...

FETC Interview: John Kuglin

T.H.E. Journal had the opportunity to discuss a few pressing issues with JohnKuglin, one of the many featured speakers at this year's FETC.

Kuglin is vice president of education and training programs for ComChoice Inc., the only North American affiliate licensed and certified to author Warner Bros. feature films on DVD. Currently, Kuglin is co-directing the Earth Observing System (EOS) Project, a NASA-funded research project. The EOS Project places cutting-edge satellite imagery and data sets directly into the hands of classroom teachers.

 

T.H.E.: How do you think technology can be used to meet the requirements of the newly signed No Child Left Behind Act of 2001?

Kuglin: Accountability seems to be the word coming out of Washington, D.C. Advancements in technology certainly play a vital role in helping schools address the demands of this legislation. Educational leaders need to take advantage of this technological environment to meet the accountability requirement. There seems to be one trend that is ahead of the pack in meeting this goal. We have heard the word 'convergent' for many years now. However, what's new about the concept today is the fact that seemingly unrelated fields of technology are now converging into a common interface. The convergence zone or common interface is, of course, the Internet.

Furthermore, advancements in connectivity to the home and school through satellite, cable and phone have had a tremendous impact on our society by increasing the flow and speed of information. Continued innovations in Web-based software applications and online community-building environments are far exceeding anything we could have imagined a few years ago. Couple these advancements with the declining cost and increasing power of computing devices (Moore's Law) and you have a new environment in which schools can address the accountability demands through tools such as powerful online student instructional and management systems. These systems link instruction to standards with real-time accessibility by parents, students and teachers.

 

T.H.E.: How can your company's work with DVDs be used to enhance K-12 through higher education and corporate classroom resources?

Kuglin: DVD presents an unprece-dented world of opportunity for the education sector. Lessons can take place virtually anywhere via portable DVD players, thus appealing to mobile classrooms and on-the-go administrators seeking to upgrade their skills. Makeup classes can occur without tying up an instructor's time and interrupting the progress of the rest of the class, while providing precisely the same instruction the students who were in attendance received. Substitute teachers have no fears of lesson plan confusion. Home-schoolers, as well as traditional students, receive a fully realized curriculum via a multimedia experience that also allows for pausing and instant replay of the lesson for review and discussion. The sophistication of the medium provides an opportunity to experience lessons as never before by making the viewer an active participant in the quest for knowledge rather than a passive recipient of information.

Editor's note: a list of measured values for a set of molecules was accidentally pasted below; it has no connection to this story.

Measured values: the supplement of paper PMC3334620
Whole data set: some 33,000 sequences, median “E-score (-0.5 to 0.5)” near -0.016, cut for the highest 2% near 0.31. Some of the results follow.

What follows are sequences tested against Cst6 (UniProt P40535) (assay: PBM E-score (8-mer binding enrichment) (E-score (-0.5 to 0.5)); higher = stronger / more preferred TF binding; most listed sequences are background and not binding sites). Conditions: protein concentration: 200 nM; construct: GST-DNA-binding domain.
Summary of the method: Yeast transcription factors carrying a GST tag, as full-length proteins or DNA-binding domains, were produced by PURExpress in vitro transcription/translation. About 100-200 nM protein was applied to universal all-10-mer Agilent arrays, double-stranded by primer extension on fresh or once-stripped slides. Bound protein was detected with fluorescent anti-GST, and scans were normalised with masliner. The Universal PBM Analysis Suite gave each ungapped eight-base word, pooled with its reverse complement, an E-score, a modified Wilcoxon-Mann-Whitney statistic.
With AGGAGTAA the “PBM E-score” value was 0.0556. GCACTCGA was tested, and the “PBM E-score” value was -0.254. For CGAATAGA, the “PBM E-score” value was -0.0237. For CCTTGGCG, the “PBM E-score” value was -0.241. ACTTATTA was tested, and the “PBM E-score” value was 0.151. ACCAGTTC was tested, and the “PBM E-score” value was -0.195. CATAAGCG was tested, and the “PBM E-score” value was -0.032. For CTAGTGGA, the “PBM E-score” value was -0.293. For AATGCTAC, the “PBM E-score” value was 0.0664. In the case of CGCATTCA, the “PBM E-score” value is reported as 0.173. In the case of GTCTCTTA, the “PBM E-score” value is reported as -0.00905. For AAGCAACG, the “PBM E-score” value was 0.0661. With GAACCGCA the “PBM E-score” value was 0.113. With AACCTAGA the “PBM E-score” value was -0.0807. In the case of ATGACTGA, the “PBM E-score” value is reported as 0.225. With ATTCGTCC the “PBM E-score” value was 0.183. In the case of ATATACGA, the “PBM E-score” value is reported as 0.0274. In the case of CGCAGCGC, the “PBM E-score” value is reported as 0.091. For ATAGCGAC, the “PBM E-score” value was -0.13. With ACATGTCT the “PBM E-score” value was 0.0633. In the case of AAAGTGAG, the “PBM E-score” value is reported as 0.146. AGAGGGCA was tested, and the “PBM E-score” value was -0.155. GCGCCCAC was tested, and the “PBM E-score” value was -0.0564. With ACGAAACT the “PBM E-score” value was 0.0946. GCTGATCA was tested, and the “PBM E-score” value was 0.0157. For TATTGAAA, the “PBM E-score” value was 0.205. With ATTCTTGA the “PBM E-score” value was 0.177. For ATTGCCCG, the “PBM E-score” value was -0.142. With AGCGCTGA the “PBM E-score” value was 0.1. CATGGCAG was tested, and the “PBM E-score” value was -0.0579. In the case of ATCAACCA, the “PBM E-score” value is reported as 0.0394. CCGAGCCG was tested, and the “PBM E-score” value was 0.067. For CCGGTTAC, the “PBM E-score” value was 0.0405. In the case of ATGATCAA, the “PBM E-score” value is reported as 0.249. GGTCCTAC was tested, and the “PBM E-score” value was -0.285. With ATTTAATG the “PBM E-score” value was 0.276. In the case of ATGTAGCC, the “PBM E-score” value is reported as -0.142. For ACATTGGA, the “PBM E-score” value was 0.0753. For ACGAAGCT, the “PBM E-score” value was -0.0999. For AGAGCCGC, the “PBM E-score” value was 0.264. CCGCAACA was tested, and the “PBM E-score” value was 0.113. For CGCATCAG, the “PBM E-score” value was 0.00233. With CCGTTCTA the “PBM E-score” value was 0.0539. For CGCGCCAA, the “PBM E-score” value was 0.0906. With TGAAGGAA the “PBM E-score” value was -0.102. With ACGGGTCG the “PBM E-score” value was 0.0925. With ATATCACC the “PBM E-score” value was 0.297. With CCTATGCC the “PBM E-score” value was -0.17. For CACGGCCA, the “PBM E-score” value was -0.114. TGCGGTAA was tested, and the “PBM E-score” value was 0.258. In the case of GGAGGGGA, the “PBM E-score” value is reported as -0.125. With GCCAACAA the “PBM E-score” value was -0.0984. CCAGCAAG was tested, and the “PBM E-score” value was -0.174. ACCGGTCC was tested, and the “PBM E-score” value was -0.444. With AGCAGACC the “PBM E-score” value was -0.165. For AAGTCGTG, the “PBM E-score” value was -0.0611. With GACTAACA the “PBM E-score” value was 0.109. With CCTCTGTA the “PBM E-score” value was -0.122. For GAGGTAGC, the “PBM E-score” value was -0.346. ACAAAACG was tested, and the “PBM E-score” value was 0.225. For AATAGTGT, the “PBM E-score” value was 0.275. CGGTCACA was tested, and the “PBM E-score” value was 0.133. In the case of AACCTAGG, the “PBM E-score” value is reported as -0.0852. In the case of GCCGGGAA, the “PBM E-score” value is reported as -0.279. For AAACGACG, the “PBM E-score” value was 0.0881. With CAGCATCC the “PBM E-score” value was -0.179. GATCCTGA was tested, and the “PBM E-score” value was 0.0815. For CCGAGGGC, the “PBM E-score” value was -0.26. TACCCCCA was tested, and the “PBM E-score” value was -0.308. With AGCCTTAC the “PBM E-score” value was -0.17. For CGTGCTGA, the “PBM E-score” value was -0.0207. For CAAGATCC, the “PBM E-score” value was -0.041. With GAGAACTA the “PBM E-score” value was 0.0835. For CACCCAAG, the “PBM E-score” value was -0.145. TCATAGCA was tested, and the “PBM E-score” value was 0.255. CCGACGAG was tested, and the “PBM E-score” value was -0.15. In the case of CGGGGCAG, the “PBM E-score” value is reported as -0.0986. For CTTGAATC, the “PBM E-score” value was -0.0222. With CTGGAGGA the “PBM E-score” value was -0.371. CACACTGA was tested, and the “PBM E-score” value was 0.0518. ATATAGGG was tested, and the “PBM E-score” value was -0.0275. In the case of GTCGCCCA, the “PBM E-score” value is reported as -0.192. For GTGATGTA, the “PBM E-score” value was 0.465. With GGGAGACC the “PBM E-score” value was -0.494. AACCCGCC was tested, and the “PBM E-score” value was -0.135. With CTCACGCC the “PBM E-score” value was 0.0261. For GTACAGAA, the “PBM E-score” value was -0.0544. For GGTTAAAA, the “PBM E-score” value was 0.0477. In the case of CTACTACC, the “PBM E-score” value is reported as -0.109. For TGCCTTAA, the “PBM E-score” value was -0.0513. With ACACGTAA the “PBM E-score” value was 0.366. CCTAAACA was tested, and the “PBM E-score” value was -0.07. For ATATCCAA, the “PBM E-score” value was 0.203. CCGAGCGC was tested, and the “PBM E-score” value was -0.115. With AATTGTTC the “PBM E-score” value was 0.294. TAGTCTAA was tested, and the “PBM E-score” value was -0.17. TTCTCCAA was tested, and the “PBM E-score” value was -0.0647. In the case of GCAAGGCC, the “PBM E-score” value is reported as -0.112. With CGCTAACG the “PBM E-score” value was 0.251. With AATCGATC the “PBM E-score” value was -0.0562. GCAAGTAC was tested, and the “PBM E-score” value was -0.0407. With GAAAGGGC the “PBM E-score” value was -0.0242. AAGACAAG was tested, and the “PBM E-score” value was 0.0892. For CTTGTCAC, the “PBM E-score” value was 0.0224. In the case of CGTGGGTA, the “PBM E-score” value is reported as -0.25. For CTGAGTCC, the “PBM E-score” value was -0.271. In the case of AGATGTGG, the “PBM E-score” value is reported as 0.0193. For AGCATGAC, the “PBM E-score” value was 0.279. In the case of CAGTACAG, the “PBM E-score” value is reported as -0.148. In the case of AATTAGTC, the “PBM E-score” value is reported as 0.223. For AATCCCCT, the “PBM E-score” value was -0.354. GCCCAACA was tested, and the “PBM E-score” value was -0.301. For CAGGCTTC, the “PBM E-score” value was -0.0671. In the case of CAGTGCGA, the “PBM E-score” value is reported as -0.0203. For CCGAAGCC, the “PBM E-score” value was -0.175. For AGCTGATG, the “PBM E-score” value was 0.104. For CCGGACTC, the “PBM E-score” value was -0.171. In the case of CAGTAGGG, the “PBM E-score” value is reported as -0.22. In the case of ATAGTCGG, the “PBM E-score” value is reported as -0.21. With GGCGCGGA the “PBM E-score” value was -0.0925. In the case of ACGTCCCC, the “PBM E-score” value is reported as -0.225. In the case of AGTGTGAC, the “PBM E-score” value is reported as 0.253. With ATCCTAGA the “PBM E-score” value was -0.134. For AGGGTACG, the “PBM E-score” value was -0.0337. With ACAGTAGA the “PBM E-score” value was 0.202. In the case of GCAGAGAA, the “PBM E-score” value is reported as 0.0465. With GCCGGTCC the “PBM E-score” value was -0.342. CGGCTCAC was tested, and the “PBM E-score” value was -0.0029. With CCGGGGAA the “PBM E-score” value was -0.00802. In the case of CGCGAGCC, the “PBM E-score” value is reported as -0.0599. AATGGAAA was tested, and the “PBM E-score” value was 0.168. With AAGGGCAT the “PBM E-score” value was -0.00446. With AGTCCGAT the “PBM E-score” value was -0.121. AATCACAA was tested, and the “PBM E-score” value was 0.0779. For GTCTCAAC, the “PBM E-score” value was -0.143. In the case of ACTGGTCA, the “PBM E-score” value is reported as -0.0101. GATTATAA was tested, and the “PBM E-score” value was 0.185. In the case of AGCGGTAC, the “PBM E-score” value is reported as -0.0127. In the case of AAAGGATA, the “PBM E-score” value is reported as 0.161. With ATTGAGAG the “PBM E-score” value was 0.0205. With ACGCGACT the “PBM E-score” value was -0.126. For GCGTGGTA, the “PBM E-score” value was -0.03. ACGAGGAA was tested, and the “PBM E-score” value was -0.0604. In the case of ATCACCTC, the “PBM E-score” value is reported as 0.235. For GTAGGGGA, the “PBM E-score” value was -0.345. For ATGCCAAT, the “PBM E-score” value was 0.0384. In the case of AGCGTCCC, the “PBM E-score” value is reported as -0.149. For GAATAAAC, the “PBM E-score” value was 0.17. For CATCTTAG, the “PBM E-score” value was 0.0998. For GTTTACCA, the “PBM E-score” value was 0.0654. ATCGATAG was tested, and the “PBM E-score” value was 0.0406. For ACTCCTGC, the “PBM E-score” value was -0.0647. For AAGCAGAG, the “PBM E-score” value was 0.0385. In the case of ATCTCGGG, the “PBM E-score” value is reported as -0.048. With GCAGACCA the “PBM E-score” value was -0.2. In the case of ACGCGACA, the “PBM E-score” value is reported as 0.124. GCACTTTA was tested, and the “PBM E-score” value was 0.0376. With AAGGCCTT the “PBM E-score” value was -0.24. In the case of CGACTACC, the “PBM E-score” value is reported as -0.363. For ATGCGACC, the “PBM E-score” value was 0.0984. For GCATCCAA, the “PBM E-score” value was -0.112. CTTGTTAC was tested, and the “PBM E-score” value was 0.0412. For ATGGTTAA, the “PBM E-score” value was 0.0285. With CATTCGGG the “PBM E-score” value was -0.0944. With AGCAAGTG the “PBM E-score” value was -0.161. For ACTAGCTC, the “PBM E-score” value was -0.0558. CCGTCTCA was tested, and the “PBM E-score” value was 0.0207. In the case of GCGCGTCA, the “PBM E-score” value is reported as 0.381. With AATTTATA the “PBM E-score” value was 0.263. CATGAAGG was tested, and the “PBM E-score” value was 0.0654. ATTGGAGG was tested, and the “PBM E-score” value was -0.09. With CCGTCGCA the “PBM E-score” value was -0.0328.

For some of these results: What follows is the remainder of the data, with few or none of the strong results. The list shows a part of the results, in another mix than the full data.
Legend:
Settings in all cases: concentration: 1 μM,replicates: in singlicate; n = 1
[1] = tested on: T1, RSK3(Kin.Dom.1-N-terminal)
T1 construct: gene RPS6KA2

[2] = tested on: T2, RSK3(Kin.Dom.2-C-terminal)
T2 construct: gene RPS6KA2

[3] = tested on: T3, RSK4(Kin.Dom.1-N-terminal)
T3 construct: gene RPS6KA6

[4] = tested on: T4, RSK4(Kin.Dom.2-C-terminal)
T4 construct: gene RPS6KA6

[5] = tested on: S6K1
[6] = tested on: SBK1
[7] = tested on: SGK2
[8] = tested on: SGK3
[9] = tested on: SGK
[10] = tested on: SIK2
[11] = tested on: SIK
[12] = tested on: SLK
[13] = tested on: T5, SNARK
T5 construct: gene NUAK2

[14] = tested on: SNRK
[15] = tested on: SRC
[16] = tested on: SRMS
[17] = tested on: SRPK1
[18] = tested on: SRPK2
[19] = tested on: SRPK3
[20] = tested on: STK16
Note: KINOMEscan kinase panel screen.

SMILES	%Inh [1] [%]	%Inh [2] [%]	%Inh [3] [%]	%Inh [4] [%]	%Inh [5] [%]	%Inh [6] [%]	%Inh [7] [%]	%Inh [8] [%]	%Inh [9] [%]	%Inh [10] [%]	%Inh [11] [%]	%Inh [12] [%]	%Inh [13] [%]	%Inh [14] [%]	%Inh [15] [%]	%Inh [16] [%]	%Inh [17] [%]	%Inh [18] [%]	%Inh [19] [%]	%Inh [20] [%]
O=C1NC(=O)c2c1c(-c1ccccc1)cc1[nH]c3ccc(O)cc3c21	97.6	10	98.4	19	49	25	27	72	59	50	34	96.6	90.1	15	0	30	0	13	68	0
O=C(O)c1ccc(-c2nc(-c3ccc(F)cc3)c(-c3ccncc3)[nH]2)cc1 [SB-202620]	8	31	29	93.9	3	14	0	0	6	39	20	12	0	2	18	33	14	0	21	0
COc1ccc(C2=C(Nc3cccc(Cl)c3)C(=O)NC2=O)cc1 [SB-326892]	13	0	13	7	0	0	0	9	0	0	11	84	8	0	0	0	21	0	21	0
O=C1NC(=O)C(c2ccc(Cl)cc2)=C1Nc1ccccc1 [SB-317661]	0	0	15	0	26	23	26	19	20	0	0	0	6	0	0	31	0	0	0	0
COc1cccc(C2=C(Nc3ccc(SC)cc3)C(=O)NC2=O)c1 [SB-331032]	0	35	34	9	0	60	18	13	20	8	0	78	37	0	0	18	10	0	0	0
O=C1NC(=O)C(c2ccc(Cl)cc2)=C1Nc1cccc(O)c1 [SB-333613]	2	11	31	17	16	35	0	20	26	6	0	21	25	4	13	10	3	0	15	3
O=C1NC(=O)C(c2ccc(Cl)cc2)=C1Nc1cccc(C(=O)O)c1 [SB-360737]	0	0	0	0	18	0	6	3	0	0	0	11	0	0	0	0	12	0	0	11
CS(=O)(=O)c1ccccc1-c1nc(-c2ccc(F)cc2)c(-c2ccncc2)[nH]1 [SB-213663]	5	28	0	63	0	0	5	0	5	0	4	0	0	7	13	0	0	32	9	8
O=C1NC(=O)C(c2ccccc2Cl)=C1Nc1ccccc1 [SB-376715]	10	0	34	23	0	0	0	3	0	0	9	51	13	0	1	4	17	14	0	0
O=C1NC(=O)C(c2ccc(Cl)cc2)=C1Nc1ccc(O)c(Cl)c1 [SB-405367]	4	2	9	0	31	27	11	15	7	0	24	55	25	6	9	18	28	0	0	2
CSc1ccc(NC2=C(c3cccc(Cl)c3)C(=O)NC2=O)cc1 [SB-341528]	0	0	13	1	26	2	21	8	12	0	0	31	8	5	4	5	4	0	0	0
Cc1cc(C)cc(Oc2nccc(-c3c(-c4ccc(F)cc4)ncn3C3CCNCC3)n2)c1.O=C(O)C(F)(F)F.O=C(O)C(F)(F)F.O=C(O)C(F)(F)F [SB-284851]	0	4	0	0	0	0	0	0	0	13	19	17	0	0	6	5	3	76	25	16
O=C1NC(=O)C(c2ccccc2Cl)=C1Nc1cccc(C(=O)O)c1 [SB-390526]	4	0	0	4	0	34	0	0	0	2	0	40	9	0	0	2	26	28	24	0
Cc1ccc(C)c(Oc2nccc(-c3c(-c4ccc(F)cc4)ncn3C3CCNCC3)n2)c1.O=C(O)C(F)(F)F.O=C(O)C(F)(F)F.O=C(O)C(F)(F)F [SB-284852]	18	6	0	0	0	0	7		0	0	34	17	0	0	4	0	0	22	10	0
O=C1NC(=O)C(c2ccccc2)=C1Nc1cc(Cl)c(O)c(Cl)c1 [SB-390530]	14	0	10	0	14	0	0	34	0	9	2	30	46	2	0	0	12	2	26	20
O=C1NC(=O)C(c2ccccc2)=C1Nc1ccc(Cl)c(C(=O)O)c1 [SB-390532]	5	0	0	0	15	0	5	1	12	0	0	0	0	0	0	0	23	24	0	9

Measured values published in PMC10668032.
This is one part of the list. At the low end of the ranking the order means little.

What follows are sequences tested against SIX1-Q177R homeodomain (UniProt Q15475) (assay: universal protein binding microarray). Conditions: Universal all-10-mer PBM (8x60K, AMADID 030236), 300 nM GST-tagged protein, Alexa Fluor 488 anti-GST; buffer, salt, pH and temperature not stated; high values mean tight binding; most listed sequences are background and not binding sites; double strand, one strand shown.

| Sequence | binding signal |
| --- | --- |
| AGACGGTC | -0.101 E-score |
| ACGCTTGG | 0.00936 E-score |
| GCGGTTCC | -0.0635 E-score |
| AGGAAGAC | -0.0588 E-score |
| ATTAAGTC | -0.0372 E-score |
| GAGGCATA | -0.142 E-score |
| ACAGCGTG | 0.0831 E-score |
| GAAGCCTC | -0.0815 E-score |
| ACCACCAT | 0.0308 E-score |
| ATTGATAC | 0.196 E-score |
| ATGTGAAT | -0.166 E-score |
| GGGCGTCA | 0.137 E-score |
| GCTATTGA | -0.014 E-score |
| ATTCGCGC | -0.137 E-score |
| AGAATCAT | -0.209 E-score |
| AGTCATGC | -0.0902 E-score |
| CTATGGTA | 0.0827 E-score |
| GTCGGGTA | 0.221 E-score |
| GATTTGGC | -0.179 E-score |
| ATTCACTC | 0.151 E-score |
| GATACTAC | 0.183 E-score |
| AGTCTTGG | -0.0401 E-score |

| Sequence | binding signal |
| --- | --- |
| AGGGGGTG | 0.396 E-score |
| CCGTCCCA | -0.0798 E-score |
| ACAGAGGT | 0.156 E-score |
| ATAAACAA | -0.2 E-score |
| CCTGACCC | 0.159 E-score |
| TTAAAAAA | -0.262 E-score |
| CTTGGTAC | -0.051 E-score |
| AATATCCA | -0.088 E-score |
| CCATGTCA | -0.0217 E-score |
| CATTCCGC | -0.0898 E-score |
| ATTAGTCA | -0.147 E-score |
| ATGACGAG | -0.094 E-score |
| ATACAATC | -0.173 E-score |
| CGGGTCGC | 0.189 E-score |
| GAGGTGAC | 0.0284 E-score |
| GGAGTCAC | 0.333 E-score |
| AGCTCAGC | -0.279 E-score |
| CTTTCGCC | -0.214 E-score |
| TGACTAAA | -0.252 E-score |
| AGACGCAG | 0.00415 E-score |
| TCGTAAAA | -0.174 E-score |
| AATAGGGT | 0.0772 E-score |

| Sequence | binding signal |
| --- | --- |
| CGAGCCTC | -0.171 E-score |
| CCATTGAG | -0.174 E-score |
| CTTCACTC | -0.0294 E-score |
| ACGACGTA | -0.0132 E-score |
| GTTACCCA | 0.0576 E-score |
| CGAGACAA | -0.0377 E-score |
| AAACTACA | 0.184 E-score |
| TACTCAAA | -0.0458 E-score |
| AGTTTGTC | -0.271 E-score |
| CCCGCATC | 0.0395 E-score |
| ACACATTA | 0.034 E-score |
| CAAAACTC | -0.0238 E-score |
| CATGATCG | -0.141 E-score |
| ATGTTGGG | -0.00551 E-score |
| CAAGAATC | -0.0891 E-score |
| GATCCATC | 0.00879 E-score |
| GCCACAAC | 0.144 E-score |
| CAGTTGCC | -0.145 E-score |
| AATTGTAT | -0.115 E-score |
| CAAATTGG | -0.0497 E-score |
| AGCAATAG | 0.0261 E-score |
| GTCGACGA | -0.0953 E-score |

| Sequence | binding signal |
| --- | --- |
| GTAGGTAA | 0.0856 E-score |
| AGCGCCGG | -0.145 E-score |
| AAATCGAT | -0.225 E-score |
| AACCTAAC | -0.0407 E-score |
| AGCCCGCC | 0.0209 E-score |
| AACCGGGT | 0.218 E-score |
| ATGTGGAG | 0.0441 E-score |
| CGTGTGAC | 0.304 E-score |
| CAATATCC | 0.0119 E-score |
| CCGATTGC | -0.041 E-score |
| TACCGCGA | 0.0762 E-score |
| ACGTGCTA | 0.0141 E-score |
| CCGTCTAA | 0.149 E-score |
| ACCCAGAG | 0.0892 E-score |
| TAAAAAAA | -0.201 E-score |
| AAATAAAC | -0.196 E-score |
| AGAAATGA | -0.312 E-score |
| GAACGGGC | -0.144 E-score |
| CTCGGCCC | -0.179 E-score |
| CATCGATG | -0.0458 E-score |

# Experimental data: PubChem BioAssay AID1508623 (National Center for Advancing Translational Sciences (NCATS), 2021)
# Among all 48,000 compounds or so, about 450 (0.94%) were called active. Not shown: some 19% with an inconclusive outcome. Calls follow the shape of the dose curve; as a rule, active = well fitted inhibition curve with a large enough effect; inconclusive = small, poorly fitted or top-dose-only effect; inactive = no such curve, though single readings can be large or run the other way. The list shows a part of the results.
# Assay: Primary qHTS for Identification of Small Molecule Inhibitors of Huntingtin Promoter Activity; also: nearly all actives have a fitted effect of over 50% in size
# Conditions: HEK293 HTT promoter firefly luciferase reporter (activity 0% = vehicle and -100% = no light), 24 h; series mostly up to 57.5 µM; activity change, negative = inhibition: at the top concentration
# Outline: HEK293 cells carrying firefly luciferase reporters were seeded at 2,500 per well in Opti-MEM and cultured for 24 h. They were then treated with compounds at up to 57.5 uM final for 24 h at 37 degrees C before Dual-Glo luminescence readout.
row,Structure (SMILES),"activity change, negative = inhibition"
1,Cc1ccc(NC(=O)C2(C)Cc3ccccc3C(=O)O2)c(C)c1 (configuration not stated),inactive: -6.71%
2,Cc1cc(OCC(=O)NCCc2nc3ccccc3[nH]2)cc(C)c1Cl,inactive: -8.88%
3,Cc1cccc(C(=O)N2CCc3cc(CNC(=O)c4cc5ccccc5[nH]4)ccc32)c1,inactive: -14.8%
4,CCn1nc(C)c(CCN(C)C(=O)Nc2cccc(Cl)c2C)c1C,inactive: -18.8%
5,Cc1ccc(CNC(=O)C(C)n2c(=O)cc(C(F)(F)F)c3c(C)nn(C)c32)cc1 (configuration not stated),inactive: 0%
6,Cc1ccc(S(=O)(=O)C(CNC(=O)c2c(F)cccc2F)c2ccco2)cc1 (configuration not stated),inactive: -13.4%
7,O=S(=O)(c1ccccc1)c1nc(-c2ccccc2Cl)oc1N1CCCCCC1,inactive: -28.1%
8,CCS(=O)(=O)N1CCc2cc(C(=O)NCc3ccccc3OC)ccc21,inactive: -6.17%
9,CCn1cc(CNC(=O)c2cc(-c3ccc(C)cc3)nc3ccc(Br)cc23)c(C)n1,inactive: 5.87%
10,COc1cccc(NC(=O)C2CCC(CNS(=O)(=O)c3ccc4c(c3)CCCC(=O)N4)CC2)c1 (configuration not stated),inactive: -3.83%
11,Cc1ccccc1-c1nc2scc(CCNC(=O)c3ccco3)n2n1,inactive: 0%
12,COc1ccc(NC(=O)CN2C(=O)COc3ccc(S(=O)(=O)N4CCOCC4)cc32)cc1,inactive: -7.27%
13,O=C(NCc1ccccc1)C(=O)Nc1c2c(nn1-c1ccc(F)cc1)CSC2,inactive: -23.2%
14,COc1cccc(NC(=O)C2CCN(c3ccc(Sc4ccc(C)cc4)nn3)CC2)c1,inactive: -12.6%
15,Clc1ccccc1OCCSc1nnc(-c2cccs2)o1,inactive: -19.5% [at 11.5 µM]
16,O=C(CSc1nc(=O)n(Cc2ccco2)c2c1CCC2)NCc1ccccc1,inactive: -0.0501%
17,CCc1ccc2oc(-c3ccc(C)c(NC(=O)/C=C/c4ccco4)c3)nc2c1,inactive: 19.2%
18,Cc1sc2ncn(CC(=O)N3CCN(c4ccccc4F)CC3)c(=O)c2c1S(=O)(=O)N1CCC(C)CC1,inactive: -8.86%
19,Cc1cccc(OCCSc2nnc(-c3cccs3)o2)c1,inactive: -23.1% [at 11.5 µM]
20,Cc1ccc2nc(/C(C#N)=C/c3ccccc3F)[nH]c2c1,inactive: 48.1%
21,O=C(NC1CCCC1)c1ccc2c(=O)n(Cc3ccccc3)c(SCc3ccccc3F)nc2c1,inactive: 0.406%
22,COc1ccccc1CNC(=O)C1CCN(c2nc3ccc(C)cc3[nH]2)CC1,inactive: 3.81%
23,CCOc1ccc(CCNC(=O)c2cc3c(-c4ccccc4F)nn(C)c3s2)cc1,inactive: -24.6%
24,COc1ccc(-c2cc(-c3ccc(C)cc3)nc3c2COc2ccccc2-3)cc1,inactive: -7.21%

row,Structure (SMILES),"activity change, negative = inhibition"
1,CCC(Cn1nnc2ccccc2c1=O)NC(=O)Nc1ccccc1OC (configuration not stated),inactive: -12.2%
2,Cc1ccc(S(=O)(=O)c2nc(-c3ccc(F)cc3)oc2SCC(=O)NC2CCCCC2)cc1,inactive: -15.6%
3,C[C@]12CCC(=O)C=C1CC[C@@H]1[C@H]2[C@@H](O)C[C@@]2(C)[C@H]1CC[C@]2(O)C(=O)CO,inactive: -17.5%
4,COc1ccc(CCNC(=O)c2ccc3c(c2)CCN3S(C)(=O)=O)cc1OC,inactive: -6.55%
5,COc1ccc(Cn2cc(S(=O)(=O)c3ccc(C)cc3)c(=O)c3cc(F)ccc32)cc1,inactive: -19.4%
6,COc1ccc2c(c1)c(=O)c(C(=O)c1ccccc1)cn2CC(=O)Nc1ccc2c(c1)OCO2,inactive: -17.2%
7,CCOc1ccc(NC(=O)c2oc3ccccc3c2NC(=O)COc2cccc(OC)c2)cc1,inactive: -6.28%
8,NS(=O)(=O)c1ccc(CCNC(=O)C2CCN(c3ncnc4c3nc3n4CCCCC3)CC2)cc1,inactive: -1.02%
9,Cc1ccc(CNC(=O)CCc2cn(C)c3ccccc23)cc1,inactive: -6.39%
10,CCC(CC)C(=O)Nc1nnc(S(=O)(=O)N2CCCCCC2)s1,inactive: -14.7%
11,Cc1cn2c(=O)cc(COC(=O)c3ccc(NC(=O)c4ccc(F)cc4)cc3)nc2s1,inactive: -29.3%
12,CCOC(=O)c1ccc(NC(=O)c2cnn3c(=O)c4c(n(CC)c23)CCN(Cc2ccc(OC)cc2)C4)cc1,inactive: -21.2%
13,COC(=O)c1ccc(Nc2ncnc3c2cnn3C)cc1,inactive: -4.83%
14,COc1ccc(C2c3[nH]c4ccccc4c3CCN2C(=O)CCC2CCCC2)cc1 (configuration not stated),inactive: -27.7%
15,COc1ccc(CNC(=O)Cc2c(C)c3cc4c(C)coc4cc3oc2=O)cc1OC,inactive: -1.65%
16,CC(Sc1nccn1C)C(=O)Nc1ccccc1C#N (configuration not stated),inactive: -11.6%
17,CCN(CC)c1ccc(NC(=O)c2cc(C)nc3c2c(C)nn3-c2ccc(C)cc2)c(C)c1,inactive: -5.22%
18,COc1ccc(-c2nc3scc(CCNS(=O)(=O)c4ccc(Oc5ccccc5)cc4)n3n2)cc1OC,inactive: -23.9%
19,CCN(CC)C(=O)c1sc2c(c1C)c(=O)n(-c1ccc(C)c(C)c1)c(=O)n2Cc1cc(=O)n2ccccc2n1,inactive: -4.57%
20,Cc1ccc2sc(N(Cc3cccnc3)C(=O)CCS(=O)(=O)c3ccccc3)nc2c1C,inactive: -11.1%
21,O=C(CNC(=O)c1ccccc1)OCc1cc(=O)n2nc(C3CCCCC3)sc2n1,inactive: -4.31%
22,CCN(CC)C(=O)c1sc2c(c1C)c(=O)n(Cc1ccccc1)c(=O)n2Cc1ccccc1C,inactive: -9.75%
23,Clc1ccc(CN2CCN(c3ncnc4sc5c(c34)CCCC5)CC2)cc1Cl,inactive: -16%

DVD also makes it possible to incorporate emerging federal and state standards into the curriculum in a more timely fashion than is currently possible with the lengthy textbook adoption cycle. Also key is the fact that DVD enables up to eight languages on a single disc, with language selection as easy as the click of a mouse or remote control button. This capability helps level the playing field and further ensures that all students receive an equal educational experience.

 

T.H.E.: What is the goal of the EOS Project?

Kuglin: Our collective mission supports teacher and student understanding of complex global ecosystems and the role humans play in affecting these systems. We use a variety of digital solutions to foster understanding about the Earth and inculcate integrated perspectives to successfully meet the global challenges of the next millennium.

This article originally appeared in the 02/01/2002 issue of THE Journal.

comments powered by Disqus

Whitepapers